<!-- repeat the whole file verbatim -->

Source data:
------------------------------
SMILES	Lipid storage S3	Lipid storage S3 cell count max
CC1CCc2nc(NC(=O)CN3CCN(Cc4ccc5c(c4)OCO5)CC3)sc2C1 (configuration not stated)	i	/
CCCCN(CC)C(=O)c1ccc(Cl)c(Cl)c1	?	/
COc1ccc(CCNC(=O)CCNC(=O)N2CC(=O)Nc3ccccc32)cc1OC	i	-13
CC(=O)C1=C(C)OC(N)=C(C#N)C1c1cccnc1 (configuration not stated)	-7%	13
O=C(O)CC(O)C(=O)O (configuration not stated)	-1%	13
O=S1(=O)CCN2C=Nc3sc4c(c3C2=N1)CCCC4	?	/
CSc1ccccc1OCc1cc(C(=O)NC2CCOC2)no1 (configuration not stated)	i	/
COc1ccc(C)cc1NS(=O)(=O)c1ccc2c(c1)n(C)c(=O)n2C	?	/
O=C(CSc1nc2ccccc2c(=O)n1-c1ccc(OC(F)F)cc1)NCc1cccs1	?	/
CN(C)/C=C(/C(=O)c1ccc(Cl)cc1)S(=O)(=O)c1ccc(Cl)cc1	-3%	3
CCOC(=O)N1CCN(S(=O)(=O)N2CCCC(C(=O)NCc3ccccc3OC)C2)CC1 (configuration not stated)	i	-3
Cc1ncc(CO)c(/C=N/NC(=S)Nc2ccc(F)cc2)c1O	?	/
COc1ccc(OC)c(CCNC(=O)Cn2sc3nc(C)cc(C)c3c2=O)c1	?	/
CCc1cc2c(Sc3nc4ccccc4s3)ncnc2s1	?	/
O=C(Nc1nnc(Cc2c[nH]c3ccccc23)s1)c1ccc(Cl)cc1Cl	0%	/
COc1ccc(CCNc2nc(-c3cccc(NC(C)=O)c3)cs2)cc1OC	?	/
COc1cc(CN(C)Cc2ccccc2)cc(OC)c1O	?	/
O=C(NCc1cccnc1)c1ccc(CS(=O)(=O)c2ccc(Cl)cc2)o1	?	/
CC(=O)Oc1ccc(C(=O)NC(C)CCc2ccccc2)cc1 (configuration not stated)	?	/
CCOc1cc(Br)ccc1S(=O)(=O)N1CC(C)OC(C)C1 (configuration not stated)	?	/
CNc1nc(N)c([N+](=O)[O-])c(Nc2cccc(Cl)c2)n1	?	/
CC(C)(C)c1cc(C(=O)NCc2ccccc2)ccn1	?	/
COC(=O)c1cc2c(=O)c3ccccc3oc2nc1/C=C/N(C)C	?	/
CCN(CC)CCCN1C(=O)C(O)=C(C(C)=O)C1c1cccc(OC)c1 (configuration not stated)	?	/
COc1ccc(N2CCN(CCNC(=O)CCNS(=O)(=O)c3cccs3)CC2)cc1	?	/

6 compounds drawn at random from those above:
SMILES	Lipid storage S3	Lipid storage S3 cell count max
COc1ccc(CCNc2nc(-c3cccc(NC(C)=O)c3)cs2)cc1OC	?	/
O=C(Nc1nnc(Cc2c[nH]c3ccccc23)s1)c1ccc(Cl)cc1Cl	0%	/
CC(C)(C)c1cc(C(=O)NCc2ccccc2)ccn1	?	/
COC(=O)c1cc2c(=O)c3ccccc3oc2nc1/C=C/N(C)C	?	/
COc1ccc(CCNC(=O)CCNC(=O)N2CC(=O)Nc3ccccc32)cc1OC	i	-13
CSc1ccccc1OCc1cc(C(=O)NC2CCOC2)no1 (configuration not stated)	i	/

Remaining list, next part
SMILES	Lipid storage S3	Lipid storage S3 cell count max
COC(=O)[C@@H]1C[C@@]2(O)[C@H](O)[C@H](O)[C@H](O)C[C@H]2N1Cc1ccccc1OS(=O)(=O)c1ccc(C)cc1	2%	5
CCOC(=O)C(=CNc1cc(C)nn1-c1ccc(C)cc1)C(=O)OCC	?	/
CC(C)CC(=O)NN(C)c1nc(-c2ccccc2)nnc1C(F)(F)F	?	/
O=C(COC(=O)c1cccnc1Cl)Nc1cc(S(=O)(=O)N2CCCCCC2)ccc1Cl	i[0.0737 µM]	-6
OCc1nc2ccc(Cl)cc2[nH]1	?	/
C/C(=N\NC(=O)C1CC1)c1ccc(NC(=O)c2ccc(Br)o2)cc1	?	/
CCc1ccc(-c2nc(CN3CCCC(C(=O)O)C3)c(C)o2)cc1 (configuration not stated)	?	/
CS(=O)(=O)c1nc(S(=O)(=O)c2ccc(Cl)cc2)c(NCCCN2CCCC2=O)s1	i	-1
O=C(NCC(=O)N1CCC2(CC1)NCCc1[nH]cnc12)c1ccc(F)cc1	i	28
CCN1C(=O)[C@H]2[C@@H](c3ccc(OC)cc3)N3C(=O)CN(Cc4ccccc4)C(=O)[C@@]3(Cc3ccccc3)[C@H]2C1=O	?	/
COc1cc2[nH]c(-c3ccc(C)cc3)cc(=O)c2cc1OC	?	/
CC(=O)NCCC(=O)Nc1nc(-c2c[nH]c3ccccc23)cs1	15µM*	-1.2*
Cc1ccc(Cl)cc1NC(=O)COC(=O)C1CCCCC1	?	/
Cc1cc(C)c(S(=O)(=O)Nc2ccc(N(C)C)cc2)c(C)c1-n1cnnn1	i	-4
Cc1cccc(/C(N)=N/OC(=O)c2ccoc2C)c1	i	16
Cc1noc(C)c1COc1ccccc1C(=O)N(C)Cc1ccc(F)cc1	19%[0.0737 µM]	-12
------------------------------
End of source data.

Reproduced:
SMILES	Lipid storage S3	Lipid storage S3 cell count max
CC1CCc2nc(NC(=O)CN3CCN(Cc4ccc5c(c4)OCO5)CC3)sc2C1 (configuration not stated)	i	/
CCCCN(CC)C(=O)c1ccc(Cl)c(Cl)c1	?	/
COc1ccc(CCNC(=O)CCNC(=O)N2CC(=O)Nc3ccccc32)cc1OC	i	-13
CC(=O)C1=C(C)OC(N)=C(C#N)C1c1cccnc1 (configuration not stated)	-7%	13
O=C(O)CC(O)C(=O)O (configuration not stated)	-1%	13
O=S1(=O)CCN2C=Nc3sc4c(c3C2=N1)CCCC4	?	/
CSc1ccccc1OCc1cc(C(=O)NC2CCOC2)no1 (configuration not stated)	i	/
COc1ccc(C)cc1NS(=O)(=O)c1ccc2c(c1)n(C)c(=O)n2C	?	/
O=C(CSc1nc2ccccc2c(=O)n1-c1ccc(OC(F)F)cc1)NCc1cccs1	?	/
CN(C)/C=C(/C(=O)c1ccc(Cl)cc1)S(=O)(=O)c1ccc(Cl)cc1	-3%	3
CCOC(=O)N1CCN(S(=O)(=O)N2CCCC(C(=O)NCc3ccccc3OC)C2)CC1 (configuration not stated)	i	-3
Cc1ncc(CO)c(/C=N/NC(=S)Nc2ccc(F)cc2)c1O	?	/
COc1ccc(OC)c(CCNC(=O)Cn2sc3nc(C)cc(C)c3c2=O)c1	?	/
CCc1cc2c(Sc3nc4ccccc4s3)ncnc2s1	?	/
O=C(Nc1nnc(Cc2c[nH]c3ccccc23)s1)c1ccc(Cl)cc1Cl	0%	/
COc1ccc(CCNc2nc(-c3cccc(NC(C)=O)c3)cs2)cc1OC	?	/
COc1cc(CN(C)Cc2ccccc2)cc(OC)c1O	?	/
O=C(NCc1cccnc1)c1ccc(CS(=O)(=O)c2ccc(Cl)cc2)o1	?	/
CC(=O)Oc1ccc(C(=O)NC(C)CCc2ccccc2)cc1 (configuration not stated)	?	/
CCOc1cc(Br)ccc1S(=O)(=O)N1CC(C)OC(C)C1 (configuration not stated)	?	/
CNc1nc(N)c([N+](=O)[O-])c(Nc2cccc(Cl)c2)n1	?	/
CC(C)(C)c1cc(C(=O)NCc2ccccc2)ccn1	?	/
COC(=O)c1cc2c(=O)c3ccccc3oc2nc1/C=C/N(C)C	?	/
CCN(CC)CCCN1C(=O)C(O)=C(C(C)=O)C1c1cccc(OC)c1 (configuration not stated)	?	/
COc1ccc(N2CCN(CCNC(=O)CCNS(=O)(=O)c3cccs3)CC2)cc1	?	/

6 compounds drawn at random from those above:
SMILES	Lipid storage S3	Lipid storage S3 cell count max
COc1ccc(CCNc2nc(-c3cccc(NC(C)=O)c3)cs2)cc1OC	?	/
O=C(Nc1nnc(Cc2c[nH]c3ccccc23)s1)c1ccc(Cl)cc1Cl	0%	/
CC(C)(C)c1cc(C(=O)NCc2ccccc2)ccn1	?	/
COC(=O)c1cc2c(=O)c3ccccc3oc2nc1/C=C/N(C)C	?	/
COc1ccc(CCNC(=O)CCNC(=O)N2CC(=O)Nc3ccccc32)cc1OC	i	-13
CSc1ccccc1OCc1cc(C(=O)NC2CCOC2)no1 (configuration not stated)	i	/

Remaining list, next part
SMILES	Lipid storage S3	Lipid storage S3 cell count max
COC(=O)[C@@H]1C[C@@]2(O)[C@H](O)[C@H](O)[C@H](O)C[C@H]2N1Cc1ccccc1OS(=O)(=O)c1ccc(C)cc1	2%	5
CCOC(=O)C(=CNc1cc(C)nn1-c1ccc(C)cc1)C(=O)OCC	?	/
CC(C)CC(=O)NN(C)c1nc(-c2ccccc2)nnc1C(F)(F)F	?	/
O=C(COC(=O)c1cccnc1Cl)Nc1cc(S(=O)(=O)N2CCCCCC2)ccc1Cl	i[0.0737 µM]	-6
OCc1nc2ccc(Cl)cc2[nH]1	?	/
C/C(=N\NC(=O)C1CC1)c1ccc(NC(=O)c2ccc(Br)o2)cc1	?	/
CCc1ccc(-c2nc(CN3CCCC(C(=O)O)C3)c(C)o2)cc1 (configuration not stated)	?	/
CS(=O)(=O)c1nc(S(=O)(=O)c2ccc(Cl)cc2)c(NCCCN2CCCC2=O)s1	i	-1
O=C(NCC(=O)N1CCC2(CC1)NCCc1[nH]cnc12)c1ccc(F)cc1	i	28
CCN1C(=O)[C@H]2[C@@H](c3ccc(OC)cc3)N3C(=O)CN(Cc4ccccc4)C(=O)[C@@]3(Cc3ccccc3)[C@H]2C1=O	?	/
COc1cc2[nH]c(-c3ccc(C)cc3)cc(=O)c2cc1OC	?	/
CC(=O)NCCC(=O)Nc1nc(-c2c[nH]c3ccccc23)cs1	15µM*	-1.2*
Cc1ccc(Cl)cc1NC(=O)COC(=O)C1CCCCC1	?	/
Cc1cc(C)c(S(=O)(=O)Nc2ccc(N(C)C)cc2)c(C)c1-n1cnnn1	i	-4
Cc1cccc(/C(N)=N/OC(=O)c2ccoc2C)c1	i	16
Cc1noc(C)c1COc1ccccc1C(=O)N(C)Cc1ccc(F)cc1	19%[0.0737 µM]	-12